So I have to say some of yor comments are incorrect with regard to non-strand specific primers because if they are not specific, then the PCR amplification process simply will not occur.
Thanks for all the comments.
"I was wondering, both B5 and A3 primers worked for you in the A5+B3 pcr product? I have found that the reverse primer works and the forward never works and in your case it would mean A3 would work and B5 would not."
The b5 primer works on the A5+B3 Product , But the b5 primer never worked for the B5+B3 Product, Now by working i mean I usually get around 150 bp sequenced before noise kicks in, alot of noise.
"You should be aware that PCR reactions for converted DNA have a template with unusually low GC content. Many times, this requires a PCR *extension* (not annealing!) temperature which is substantially lower than the normal PCR temperatures of 72C. I use 64-66 C for these and lengthen the extension time."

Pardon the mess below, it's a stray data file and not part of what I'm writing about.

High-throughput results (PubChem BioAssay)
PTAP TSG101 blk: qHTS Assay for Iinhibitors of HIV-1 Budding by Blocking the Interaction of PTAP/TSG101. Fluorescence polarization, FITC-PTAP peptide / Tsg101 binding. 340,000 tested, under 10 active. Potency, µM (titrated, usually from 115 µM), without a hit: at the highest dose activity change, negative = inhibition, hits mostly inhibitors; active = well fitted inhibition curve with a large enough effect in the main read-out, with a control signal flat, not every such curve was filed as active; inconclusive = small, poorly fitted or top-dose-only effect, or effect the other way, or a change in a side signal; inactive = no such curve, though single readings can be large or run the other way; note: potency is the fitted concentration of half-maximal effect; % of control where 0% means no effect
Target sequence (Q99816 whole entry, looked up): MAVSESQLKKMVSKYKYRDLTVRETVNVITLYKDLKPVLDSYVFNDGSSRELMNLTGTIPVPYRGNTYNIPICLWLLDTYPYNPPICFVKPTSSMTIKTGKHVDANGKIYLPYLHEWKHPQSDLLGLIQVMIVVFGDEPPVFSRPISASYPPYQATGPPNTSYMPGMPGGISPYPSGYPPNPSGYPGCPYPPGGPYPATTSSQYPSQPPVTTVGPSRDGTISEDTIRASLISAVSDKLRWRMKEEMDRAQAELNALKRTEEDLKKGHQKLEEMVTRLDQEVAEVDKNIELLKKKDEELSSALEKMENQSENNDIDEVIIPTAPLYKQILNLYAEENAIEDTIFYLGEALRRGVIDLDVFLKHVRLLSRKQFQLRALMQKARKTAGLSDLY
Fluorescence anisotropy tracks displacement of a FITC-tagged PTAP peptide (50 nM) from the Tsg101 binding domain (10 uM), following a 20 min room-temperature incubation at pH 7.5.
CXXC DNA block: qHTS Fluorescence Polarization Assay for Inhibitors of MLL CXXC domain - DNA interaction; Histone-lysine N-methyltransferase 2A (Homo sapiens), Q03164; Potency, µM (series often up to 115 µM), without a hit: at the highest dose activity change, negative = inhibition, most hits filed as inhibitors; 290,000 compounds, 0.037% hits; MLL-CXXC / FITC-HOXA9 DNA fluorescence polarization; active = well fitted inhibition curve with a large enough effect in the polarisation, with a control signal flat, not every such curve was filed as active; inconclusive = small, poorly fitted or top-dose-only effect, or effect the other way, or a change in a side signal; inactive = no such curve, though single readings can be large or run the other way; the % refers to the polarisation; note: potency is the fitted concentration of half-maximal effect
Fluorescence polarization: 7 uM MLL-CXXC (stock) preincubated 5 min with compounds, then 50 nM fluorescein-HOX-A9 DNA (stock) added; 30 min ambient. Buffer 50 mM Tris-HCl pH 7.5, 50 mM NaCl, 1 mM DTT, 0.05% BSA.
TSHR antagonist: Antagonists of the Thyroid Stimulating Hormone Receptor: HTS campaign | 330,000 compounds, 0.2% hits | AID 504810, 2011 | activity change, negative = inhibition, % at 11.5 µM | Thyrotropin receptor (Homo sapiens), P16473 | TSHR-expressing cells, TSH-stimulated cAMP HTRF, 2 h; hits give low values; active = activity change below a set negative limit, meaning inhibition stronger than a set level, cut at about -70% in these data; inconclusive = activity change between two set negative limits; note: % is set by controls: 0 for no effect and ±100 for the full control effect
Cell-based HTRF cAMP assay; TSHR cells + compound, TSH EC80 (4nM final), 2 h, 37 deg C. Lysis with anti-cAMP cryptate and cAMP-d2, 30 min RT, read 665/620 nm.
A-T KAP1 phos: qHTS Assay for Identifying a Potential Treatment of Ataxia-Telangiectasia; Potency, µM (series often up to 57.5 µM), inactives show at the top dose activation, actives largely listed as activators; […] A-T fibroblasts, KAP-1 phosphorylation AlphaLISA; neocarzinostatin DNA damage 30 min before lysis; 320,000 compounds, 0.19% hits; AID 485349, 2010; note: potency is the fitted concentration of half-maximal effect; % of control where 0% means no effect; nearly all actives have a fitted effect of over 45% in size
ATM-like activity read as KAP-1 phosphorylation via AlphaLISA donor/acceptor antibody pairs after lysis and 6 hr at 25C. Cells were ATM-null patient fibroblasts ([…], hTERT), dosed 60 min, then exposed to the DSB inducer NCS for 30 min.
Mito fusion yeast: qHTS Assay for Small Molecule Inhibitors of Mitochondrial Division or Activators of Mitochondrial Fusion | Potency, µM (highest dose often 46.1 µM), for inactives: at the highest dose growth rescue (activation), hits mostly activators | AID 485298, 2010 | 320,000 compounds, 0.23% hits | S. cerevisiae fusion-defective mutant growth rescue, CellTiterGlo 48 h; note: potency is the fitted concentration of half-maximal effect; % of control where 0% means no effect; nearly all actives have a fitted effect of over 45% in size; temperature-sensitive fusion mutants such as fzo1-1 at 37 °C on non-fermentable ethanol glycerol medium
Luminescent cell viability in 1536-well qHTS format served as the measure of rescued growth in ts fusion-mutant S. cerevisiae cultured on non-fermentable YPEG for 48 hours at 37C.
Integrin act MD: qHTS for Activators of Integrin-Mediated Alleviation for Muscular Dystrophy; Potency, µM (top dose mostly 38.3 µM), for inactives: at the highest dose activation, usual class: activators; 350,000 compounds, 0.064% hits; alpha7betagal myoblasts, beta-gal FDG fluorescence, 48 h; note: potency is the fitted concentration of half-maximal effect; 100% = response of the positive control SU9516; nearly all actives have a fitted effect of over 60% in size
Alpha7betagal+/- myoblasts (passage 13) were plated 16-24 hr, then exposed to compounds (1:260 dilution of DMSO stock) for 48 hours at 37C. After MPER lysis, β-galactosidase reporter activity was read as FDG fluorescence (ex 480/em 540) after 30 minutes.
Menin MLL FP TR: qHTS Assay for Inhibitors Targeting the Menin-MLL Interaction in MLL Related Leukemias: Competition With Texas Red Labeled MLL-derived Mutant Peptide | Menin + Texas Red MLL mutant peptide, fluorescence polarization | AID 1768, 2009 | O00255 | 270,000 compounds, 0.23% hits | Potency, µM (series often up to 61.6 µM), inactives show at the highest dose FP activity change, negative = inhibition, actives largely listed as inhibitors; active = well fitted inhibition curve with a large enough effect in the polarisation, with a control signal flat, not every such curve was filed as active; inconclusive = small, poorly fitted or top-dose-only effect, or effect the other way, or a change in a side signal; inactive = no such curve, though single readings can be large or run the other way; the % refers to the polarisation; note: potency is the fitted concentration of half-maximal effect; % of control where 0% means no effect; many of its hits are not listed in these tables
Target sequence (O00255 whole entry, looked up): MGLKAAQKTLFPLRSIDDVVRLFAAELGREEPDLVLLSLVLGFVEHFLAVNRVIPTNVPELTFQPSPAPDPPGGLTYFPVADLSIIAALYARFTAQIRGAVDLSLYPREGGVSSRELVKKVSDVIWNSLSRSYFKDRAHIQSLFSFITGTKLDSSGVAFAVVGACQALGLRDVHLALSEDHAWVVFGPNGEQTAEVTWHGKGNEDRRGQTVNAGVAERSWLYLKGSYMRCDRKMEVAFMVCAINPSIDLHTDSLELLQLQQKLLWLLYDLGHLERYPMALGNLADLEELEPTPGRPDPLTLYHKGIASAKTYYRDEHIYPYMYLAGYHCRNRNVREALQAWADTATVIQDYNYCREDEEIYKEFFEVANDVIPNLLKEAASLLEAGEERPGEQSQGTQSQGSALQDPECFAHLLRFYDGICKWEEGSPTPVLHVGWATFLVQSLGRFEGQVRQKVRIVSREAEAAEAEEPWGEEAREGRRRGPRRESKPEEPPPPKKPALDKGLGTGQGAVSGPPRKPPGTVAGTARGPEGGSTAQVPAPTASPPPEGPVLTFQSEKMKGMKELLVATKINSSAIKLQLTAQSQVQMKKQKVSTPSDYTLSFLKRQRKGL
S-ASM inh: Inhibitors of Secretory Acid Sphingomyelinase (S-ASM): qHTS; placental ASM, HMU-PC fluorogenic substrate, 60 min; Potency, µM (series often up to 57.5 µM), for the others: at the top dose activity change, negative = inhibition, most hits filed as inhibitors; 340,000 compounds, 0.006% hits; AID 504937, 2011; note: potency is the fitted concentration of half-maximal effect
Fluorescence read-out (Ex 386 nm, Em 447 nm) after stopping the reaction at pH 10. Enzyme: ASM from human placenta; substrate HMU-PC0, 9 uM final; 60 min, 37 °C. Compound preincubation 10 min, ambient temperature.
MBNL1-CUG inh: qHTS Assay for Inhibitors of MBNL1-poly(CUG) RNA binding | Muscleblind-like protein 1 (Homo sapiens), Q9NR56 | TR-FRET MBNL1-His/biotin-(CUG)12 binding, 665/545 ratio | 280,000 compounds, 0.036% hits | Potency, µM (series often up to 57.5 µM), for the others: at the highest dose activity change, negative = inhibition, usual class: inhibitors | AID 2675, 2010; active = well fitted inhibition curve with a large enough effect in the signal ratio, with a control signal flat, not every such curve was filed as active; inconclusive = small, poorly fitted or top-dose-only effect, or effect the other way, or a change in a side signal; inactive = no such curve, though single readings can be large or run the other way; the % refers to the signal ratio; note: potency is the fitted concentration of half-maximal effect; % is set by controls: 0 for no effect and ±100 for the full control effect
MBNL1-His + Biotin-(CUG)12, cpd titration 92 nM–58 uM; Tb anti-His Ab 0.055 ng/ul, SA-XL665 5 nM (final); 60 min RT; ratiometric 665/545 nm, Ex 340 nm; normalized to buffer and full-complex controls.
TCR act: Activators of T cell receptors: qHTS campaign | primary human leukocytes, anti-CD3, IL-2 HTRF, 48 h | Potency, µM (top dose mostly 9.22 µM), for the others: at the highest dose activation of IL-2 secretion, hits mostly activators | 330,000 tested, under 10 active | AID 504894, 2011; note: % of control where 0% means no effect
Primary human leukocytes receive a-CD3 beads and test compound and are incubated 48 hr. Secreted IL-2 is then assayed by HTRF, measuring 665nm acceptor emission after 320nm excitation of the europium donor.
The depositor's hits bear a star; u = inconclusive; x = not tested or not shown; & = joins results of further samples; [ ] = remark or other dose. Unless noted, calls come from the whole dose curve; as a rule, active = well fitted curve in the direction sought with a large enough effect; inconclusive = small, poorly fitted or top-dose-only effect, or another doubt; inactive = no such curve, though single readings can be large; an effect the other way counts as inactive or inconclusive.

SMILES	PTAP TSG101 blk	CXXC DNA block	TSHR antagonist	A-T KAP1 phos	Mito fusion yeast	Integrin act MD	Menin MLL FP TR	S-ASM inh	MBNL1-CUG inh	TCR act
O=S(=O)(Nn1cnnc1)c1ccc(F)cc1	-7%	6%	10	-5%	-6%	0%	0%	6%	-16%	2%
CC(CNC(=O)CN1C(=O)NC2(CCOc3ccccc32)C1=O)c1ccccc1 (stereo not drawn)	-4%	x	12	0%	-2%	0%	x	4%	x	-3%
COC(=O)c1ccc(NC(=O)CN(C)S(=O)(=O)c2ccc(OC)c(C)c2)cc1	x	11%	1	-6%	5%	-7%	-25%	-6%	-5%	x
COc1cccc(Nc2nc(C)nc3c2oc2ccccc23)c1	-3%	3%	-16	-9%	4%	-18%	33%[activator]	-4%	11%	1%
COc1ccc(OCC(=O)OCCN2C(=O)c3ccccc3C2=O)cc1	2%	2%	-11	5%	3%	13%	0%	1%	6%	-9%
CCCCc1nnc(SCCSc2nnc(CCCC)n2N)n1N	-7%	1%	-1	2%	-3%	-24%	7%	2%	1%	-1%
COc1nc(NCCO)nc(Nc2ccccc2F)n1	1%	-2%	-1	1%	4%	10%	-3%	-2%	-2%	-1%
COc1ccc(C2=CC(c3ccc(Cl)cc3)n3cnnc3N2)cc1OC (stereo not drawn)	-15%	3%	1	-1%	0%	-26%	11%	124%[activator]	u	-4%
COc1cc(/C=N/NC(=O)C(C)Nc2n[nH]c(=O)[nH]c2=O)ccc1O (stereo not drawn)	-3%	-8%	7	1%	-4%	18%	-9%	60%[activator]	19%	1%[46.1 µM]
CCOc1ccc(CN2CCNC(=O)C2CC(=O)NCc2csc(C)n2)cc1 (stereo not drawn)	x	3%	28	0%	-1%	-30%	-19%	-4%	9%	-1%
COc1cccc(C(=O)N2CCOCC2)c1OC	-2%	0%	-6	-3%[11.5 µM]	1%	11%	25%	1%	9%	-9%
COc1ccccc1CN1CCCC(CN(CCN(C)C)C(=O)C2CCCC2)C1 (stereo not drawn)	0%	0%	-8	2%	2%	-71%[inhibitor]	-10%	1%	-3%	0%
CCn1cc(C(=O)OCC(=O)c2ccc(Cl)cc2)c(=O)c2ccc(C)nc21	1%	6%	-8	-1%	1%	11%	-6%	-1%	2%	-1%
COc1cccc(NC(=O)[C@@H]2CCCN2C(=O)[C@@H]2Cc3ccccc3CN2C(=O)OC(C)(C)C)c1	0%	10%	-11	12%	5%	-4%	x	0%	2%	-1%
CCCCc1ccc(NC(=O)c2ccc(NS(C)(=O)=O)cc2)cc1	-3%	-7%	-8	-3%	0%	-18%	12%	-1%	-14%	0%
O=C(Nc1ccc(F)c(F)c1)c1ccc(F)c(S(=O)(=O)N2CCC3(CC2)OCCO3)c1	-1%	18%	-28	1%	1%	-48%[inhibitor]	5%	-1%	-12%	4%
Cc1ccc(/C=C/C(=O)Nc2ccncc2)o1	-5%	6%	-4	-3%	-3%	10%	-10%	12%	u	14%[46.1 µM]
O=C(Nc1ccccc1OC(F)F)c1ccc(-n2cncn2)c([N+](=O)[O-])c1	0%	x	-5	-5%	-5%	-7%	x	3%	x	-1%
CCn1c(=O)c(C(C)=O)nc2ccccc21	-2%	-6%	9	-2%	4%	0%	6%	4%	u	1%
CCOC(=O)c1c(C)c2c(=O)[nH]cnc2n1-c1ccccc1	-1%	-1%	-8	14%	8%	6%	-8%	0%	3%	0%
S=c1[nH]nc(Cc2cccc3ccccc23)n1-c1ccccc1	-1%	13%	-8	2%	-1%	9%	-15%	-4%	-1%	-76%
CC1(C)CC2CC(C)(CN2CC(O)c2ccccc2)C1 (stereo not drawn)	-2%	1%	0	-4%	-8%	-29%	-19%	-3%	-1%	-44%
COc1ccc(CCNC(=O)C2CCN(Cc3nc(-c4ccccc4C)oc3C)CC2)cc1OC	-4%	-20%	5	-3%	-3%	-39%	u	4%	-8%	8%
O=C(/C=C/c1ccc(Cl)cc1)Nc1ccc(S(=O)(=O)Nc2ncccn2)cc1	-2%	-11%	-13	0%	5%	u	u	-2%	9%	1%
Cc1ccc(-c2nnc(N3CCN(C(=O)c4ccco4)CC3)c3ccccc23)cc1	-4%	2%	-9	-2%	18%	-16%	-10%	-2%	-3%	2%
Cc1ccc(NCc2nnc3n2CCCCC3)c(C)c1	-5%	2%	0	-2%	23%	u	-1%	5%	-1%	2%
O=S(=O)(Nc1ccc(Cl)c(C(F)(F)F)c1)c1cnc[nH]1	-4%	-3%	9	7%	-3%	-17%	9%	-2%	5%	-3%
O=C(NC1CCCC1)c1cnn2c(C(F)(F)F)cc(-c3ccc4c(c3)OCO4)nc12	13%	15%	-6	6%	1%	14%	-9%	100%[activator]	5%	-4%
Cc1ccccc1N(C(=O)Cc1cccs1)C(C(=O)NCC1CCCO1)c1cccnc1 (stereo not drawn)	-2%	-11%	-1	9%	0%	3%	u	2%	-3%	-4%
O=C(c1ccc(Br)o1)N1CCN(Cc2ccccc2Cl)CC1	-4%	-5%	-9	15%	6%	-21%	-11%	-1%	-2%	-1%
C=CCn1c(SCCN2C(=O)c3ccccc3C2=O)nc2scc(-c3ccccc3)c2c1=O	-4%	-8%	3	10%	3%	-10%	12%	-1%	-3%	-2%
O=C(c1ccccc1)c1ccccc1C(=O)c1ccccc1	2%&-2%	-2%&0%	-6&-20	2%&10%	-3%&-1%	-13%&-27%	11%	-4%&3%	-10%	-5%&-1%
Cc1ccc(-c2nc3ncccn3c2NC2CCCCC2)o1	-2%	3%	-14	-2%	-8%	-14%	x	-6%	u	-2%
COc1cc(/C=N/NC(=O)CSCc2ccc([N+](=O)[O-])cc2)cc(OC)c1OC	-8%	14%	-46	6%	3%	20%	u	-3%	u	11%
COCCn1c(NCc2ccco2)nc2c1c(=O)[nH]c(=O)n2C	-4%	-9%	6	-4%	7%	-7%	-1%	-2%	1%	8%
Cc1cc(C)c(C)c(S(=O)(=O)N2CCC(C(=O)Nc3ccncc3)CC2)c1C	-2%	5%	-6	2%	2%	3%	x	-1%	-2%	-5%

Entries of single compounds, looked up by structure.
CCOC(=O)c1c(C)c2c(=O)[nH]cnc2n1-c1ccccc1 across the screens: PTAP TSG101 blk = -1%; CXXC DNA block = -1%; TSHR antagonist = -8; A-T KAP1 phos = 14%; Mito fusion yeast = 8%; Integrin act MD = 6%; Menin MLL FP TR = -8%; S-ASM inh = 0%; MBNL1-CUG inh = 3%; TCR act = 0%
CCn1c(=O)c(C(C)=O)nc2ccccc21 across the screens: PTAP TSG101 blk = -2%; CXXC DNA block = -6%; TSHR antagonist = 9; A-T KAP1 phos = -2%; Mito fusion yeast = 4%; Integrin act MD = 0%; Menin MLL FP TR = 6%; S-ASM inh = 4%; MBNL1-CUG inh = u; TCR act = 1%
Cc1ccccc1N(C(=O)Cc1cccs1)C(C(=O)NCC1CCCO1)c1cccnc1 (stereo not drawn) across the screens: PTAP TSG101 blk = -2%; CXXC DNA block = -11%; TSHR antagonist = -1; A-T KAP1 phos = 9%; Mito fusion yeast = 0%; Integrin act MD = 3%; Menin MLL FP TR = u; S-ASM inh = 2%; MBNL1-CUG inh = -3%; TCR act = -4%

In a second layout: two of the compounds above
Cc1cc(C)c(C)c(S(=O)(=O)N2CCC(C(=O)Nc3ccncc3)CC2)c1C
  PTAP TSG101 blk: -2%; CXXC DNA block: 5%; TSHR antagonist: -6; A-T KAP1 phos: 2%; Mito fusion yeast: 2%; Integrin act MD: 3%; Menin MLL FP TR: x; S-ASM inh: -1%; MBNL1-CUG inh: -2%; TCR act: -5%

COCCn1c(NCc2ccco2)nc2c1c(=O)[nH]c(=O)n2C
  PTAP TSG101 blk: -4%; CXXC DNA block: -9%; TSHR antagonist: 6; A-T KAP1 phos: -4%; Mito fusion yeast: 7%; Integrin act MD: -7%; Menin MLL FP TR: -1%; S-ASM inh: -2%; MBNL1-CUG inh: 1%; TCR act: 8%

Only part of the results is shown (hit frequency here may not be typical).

I tested each pcr reaction with the following extension temps 72 70 68 66 64 62 I found that 68 for the 2nd round of product seemed to yield the best product in terms of sequencing quaility. I will how ever review my data sets and double check it over.
If I remember right there is a poly t region and a 35 bp region that shares alot of homology with other DNA, that region interferes with a couple of my primers, (1st round primers) I found 64 did yield some product but experiment size on gel was 900bp when expected was 740bp, I extracted and sequenced, while the product did contain my sequence on the 3' end I noticed a poly T studder that then picked up sequence that was about a chromosome off.
It then moved a bit 5' of that region and retested everything with a new primer set. Expect size returned to experimental size, and sequence was right on.
Thanks for the feedback
I was wondering, both B5 and A3 primers worked for you in the A5+B3 pcr product? I have found that the reverse primer works and the forward never works and in your case it would mean A3 would work and B5 would not.